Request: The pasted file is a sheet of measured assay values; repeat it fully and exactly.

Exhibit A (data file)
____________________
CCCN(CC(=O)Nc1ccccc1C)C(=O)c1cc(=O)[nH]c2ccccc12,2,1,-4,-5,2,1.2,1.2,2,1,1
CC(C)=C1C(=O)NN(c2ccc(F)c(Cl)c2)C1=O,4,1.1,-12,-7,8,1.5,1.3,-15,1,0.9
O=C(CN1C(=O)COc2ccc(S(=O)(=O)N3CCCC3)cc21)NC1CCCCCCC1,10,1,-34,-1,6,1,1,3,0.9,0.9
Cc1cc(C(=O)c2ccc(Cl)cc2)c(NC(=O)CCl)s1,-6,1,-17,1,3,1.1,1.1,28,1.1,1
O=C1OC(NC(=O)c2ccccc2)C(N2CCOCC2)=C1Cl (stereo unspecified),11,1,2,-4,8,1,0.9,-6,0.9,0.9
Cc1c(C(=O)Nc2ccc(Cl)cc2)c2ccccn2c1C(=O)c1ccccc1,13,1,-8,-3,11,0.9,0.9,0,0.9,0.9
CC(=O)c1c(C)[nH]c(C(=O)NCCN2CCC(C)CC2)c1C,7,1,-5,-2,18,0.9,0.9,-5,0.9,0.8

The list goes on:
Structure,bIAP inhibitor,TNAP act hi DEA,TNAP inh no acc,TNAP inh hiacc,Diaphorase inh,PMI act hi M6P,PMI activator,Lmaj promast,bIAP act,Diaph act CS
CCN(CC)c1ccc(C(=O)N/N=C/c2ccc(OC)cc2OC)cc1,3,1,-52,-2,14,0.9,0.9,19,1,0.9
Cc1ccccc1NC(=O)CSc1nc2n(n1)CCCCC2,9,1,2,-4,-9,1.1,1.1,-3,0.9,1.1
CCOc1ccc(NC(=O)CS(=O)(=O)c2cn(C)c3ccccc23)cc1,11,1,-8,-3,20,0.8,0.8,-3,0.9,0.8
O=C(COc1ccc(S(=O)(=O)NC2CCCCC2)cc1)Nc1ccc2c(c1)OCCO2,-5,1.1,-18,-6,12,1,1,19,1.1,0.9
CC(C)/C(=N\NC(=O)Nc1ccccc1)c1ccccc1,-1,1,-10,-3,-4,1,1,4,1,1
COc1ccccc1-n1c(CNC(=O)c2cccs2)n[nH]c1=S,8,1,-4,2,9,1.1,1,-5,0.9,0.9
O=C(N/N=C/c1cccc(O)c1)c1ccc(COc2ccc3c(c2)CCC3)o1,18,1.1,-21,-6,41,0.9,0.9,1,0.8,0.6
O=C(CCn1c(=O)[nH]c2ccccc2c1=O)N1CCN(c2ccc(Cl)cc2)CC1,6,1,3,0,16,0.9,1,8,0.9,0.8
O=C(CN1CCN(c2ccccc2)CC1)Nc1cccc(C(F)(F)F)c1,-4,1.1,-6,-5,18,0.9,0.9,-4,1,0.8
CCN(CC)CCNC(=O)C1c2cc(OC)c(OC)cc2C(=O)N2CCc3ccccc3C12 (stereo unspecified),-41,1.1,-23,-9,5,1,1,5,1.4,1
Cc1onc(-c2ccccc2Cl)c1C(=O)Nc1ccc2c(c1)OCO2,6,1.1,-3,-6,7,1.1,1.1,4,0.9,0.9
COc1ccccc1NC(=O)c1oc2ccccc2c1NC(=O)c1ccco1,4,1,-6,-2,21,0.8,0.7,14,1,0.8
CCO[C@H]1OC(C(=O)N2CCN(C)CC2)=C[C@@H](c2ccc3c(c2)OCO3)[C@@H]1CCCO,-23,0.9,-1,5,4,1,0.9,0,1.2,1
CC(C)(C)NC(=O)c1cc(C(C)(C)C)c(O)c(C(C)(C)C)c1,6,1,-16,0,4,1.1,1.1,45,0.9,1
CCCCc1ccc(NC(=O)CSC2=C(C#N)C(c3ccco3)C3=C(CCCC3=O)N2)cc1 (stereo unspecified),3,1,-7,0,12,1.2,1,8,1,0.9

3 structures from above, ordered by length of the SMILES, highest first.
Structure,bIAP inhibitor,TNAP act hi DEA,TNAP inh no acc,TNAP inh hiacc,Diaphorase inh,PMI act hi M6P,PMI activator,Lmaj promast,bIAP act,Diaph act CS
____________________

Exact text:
CCCN(CC(=O)Nc1ccccc1C)C(=O)c1cc(=O)[nH]c2ccccc12,2,1,-4,-5,2,1.2,1.2,2,1,1
CC(C)=C1C(=O)NN(c2ccc(F)c(Cl)c2)C1=O,4,1.1,-12,-7,8,1.5,1.3,-15,1,0.9
O=C(CN1C(=O)COc2ccc(S(=O)(=O)N3CCCC3)cc21)NC1CCCCCCC1,10,1,-34,-1,6,1,1,3,0.9,0.9
Cc1cc(C(=O)c2ccc(Cl)cc2)c(NC(=O)CCl)s1,-6,1,-17,1,3,1.1,1.1,28,1.1,1
O=C1OC(NC(=O)c2ccccc2)C(N2CCOCC2)=C1Cl (stereo unspecified),11,1,2,-4,8,1,0.9,-6,0.9,0.9
Cc1c(C(=O)Nc2ccc(Cl)cc2)c2ccccn2c1C(=O)c1ccccc1,13,1,-8,-3,11,0.9,0.9,0,0.9,0.9
CC(=O)c1c(C)[nH]c(C(=O)NCCN2CCC(C)CC2)c1C,7,1,-5,-2,18,0.9,0.9,-5,0.9,0.8

The list goes on:
Structure,bIAP inhibitor,TNAP act hi DEA,TNAP inh no acc,TNAP inh hiacc,Diaphorase inh,PMI act hi M6P,PMI activator,Lmaj promast,bIAP act,Diaph act CS
CCN(CC)c1ccc(C(=O)N/N=C/c2ccc(OC)cc2OC)cc1,3,1,-52,-2,14,0.9,0.9,19,1,0.9
Cc1ccccc1NC(=O)CSc1nc2n(n1)CCCCC2,9,1,2,-4,-9,1.1,1.1,-3,0.9,1.1
CCOc1ccc(NC(=O)CS(=O)(=O)c2cn(C)c3ccccc23)cc1,11,1,-8,-3,20,0.8,0.8,-3,0.9,0.8
O=C(COc1ccc(S(=O)(=O)NC2CCCCC2)cc1)Nc1ccc2c(c1)OCCO2,-5,1.1,-18,-6,12,1,1,19,1.1,0.9
CC(C)/C(=N\NC(=O)Nc1ccccc1)c1ccccc1,-1,1,-10,-3,-4,1,1,4,1,1
COc1ccccc1-n1c(CNC(=O)c2cccs2)n[nH]c1=S,8,1,-4,2,9,1.1,1,-5,0.9,0.9
O=C(N/N=C/c1cccc(O)c1)c1ccc(COc2ccc3c(c2)CCC3)o1,18,1.1,-21,-6,41,0.9,0.9,1,0.8,0.6
O=C(CCn1c(=O)[nH]c2ccccc2c1=O)N1CCN(c2ccc(Cl)cc2)CC1,6,1,3,0,16,0.9,1,8,0.9,0.8
O=C(CN1CCN(c2ccccc2)CC1)Nc1cccc(C(F)(F)F)c1,-4,1.1,-6,-5,18,0.9,0.9,-4,1,0.8
CCN(CC)CCNC(=O)C1c2cc(OC)c(OC)cc2C(=O)N2CCc3ccccc3C12 (stereo unspecified),-41,1.1,-23,-9,5,1,1,5,1.4,1
Cc1onc(-c2ccccc2Cl)c1C(=O)Nc1ccc2c(c1)OCO2,6,1.1,-3,-6,7,1.1,1.1,4,0.9,0.9
COc1ccccc1NC(=O)c1oc2ccccc2c1NC(=O)c1ccco1,4,1,-6,-2,21,0.8,0.7,14,1,0.8
CCO[C@H]1OC(C(=O)N2CCN(C)CC2)=C[C@@H](c2ccc3c(c2)OCO3)[C@@H]1CCCO,-23,0.9,-1,5,4,1,0.9,0,1.2,1
CC(C)(C)NC(=O)c1cc(C(C)(C)C)c(O)c(C(C)(C)C)c1,6,1,-16,0,4,1.1,1.1,45,0.9,1
CCCCc1ccc(NC(=O)CSC2=C(C#N)C(c3ccco3)C3=C(CCCC3=O)N2)cc1 (stereo unspecified),3,1,-7,0,12,1.2,1,8,1,0.9

3 structures from above, ordered by length of the SMILES, highest first.
Structure,bIAP inhibitor,TNAP act hi DEA,TNAP inh no acc,TNAP inh hiacc,Diaphorase inh,PMI act hi M6P,PMI activator,Lmaj promast,bIAP act,Diaph act CS